Popular books about coral reefs tend to emphasize their physical and biological complexity and diversity within a rather static “balance of nature”, while decrying all change as destructive, undesirable and (frequently) anthropogenic in origin. Murphy does neither. He shows that what we observe as a “reef” is a dynamic system on many scales, in which innumerable interacting and often opposing physical, chemical and biological processes simultaneously and continually create, destroy or modify the components. Murphy also introduces major phenomena that may be consequences of human activity and global change (e.g. bleaching, diseases), but does not preach: rather, he indicates major lines of evidence, clearly distinguishes between what is known vs. the unknown or merely suspected, then leaves readers to think about the implications and draw their own conclusions.

The numerous photographs are superb, not only technically, but especially in their appropriateness for illustrating points. While some subjects will be familiar to readers of other reef books, many (particularly those drawn from the invertebrates) will be novel and intriguing examples unknown even to many professionals. Murphy frequently uses close-ups of very small organisms to reveal micro-scales of diversity and beauty that are rarely seen even by active diving naturalists and scientists.

This is a wonderful book that any reader should be able to enjoy at the same time as learning about the world through the eyes of scientists."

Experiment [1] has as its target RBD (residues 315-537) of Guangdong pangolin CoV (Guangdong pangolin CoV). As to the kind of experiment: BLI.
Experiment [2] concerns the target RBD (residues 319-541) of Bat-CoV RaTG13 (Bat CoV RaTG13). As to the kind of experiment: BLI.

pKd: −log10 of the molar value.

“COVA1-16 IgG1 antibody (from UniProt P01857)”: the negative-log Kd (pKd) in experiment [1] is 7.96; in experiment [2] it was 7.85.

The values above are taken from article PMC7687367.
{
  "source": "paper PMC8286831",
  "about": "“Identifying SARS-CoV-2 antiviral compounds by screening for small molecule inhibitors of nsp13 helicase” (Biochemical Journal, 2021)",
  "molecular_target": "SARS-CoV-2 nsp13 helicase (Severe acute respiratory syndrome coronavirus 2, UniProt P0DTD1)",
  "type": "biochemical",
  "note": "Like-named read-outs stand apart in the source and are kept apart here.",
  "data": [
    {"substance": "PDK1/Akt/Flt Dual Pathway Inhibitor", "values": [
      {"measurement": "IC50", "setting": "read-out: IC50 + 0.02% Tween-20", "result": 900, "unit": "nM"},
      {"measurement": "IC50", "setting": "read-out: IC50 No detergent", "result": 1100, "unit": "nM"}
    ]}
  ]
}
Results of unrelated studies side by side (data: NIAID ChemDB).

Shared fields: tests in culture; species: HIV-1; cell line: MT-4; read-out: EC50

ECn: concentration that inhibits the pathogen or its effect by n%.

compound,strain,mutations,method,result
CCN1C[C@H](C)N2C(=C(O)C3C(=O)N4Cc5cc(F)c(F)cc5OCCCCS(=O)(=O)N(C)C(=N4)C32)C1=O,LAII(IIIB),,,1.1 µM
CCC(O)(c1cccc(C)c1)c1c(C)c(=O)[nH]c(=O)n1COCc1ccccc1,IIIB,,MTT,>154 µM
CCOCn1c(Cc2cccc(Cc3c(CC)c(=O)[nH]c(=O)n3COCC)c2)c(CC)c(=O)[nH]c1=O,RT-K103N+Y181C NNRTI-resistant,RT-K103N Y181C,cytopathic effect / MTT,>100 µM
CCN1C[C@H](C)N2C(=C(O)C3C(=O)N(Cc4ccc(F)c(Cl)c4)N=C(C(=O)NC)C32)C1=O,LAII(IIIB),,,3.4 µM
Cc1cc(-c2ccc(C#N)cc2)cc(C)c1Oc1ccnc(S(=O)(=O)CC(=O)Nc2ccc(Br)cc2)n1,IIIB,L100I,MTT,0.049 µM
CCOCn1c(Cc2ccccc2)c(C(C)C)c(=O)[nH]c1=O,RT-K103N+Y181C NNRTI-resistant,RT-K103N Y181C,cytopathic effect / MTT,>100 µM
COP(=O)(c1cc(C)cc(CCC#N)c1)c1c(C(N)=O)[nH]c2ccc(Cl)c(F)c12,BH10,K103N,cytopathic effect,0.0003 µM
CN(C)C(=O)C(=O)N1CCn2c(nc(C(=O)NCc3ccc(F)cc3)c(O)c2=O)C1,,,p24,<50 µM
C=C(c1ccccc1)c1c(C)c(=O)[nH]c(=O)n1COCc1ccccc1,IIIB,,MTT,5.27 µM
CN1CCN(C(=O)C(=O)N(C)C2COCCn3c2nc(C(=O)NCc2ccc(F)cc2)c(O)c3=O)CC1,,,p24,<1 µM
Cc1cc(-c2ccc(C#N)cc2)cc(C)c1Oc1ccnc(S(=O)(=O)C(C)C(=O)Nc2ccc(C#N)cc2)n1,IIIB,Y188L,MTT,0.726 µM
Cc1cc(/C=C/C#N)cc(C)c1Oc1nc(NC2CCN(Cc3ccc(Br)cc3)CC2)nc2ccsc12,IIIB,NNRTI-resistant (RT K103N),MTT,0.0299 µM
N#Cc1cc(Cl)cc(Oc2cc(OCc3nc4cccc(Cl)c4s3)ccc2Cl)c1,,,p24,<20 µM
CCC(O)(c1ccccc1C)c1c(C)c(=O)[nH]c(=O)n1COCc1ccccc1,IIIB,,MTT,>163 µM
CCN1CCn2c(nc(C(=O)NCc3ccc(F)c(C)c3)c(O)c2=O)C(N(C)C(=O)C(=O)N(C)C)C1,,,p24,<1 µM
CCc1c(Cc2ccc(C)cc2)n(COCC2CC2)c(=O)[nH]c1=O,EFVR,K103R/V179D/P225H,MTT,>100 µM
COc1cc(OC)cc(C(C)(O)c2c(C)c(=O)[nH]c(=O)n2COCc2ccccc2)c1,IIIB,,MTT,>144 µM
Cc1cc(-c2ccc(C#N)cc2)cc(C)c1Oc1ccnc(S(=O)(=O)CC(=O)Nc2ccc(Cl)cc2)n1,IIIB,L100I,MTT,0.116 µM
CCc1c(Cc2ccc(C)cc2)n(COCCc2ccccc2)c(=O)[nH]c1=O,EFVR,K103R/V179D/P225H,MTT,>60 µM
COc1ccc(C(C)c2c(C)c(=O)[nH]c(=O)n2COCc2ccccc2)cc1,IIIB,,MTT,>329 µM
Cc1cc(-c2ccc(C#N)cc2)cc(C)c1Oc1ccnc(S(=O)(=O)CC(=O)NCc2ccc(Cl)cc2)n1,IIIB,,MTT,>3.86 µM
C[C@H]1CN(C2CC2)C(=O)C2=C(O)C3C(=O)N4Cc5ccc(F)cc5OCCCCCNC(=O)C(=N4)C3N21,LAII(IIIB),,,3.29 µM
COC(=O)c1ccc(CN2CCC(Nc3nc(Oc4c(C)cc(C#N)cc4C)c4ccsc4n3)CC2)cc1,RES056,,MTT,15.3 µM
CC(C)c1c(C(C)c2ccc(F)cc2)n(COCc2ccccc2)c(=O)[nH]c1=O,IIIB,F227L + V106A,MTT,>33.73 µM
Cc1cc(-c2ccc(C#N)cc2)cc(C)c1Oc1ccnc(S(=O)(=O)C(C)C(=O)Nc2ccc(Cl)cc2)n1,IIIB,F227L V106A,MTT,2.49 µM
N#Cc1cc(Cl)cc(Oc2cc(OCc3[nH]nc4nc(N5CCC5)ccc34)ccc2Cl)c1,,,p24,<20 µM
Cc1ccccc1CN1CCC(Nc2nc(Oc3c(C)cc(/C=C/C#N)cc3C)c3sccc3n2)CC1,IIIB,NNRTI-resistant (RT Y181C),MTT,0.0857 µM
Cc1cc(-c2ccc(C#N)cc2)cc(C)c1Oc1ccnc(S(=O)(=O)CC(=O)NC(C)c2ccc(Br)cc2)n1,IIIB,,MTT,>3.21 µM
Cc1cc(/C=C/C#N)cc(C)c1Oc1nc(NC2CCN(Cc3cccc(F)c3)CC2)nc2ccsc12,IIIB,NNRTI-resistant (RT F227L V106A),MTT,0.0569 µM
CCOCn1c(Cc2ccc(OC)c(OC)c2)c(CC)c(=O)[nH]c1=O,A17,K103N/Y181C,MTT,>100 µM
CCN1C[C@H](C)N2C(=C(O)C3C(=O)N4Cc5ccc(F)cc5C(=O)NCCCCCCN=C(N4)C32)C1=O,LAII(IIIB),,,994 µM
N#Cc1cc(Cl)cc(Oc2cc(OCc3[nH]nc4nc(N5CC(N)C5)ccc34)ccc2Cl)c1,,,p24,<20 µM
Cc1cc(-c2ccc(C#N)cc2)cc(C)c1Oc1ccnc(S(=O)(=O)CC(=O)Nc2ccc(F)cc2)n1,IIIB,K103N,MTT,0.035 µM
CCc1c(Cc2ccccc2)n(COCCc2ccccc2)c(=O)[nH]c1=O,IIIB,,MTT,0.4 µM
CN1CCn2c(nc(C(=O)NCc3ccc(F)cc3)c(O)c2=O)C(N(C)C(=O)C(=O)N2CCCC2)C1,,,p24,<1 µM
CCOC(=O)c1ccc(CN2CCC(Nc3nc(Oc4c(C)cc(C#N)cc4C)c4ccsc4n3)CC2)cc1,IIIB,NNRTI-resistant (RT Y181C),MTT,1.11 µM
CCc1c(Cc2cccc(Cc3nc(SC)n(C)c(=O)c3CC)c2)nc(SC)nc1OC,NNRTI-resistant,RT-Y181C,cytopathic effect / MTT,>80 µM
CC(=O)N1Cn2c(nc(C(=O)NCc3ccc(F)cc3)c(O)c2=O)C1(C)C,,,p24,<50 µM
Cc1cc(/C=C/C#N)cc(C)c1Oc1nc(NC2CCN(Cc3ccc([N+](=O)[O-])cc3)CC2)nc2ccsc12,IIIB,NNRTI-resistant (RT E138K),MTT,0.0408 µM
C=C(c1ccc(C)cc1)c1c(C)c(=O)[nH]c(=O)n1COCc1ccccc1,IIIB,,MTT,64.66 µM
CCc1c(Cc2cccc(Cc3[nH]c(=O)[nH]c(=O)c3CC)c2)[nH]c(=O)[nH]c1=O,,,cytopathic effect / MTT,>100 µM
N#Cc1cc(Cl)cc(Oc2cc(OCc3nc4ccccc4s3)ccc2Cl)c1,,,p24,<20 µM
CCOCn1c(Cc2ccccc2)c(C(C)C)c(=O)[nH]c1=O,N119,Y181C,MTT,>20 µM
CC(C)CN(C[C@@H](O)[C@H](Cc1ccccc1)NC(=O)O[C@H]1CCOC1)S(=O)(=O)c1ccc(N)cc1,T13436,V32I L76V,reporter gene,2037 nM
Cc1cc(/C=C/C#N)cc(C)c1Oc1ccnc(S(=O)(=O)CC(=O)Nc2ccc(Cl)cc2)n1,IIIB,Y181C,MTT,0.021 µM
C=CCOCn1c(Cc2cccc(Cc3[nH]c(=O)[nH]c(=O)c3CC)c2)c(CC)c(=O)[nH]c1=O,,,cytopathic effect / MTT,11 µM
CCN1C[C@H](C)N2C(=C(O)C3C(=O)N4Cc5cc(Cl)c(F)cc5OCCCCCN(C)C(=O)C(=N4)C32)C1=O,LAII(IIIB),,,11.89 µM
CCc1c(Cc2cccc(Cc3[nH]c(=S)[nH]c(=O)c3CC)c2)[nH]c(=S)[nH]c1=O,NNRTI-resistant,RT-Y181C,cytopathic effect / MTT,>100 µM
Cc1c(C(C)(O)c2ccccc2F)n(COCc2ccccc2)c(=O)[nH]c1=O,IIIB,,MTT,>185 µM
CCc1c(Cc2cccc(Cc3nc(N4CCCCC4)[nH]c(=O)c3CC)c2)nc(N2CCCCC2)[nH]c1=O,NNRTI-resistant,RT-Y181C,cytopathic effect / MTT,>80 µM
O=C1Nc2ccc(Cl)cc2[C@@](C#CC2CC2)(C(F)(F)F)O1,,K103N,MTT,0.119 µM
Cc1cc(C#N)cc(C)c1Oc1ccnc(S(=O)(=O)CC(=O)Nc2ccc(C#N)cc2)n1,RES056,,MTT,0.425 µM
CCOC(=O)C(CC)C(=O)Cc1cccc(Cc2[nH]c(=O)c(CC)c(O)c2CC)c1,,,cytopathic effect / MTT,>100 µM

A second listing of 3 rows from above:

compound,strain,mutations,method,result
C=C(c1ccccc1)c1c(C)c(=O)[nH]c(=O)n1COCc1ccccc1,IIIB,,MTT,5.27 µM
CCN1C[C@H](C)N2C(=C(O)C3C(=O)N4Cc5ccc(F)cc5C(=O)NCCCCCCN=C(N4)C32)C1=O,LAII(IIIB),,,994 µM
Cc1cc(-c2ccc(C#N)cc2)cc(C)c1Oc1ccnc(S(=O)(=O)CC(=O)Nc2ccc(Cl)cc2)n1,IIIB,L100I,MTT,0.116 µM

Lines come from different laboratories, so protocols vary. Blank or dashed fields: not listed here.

George Plimpton
Author and editor

“This book is so brilliantly beautiful and informative,” Plimpton says, “one only wishes for scuba gear to become part of Dr. Murphy’s coral reefs.”

Science News Books
Jan. 18 issue

Coral Reefs: Cities Under the Sea. Richard C. Murphy. With the benefit of hundreds of glorious color photographs of fish, reefs and underwater scenery this guidebook provides an in –depth look at how coral reefs function and how they benefit people. Murphy explains that coral reefs are sustainable communalities powered by solar energy, where waste is recycled and raw materials are used efficiently. Residents in this society have individual jobs and rely on each other to repair and rejuvenate their community. Profiles of individual fish species appear throughout the text and bring to light many varieties that possess unusual characteristics for adapting to their environment, for example the spiny puffer fish gulps so much water that it becomes too big for its predators to eat. Murphy also examines how the warming of the oceans is adversely affecting coral reefs almost as much as pollution and destructive fishing practices are. Darwin Pr. 2002, 177p; color photos, hard cover $45.00.

Zale Parry
Ambassador of the Academy of Underwater Arts and Sciences

Oceans of blessings to CORAL REEFS, Cities Under The Sea, for its moving, intelligent explanation of how vulnerable our human culture and attitudes bind with the strength and frailty of coral reefs under all the seas around us.

Current Reviews for Academic Libraries
Issue 2003-May

For many people, the most attractive aspects of the marine environment are the coral reefs and their diversity of colorful animals. This interest has resulted in the production of many coffee table books with good photographs. However, in this beautiful work, marine biologist and educator Murphy has taken a significant step forward by producing a book with important educational content. Using the metaphor of a human city, he introduces the readers to the vast complexity of relationships found in a reef community. He discusses why biodiversity is security for the reef denizens and how everything that lives in the reefs is interconnected. Although written for a general readership, the work succeeds in providing a good introduction to coral reef ecology. It should also help to promote the conservation of a natural resource that has been severely abused. Summing up: recommended. General readers: lower and upper division under graduates.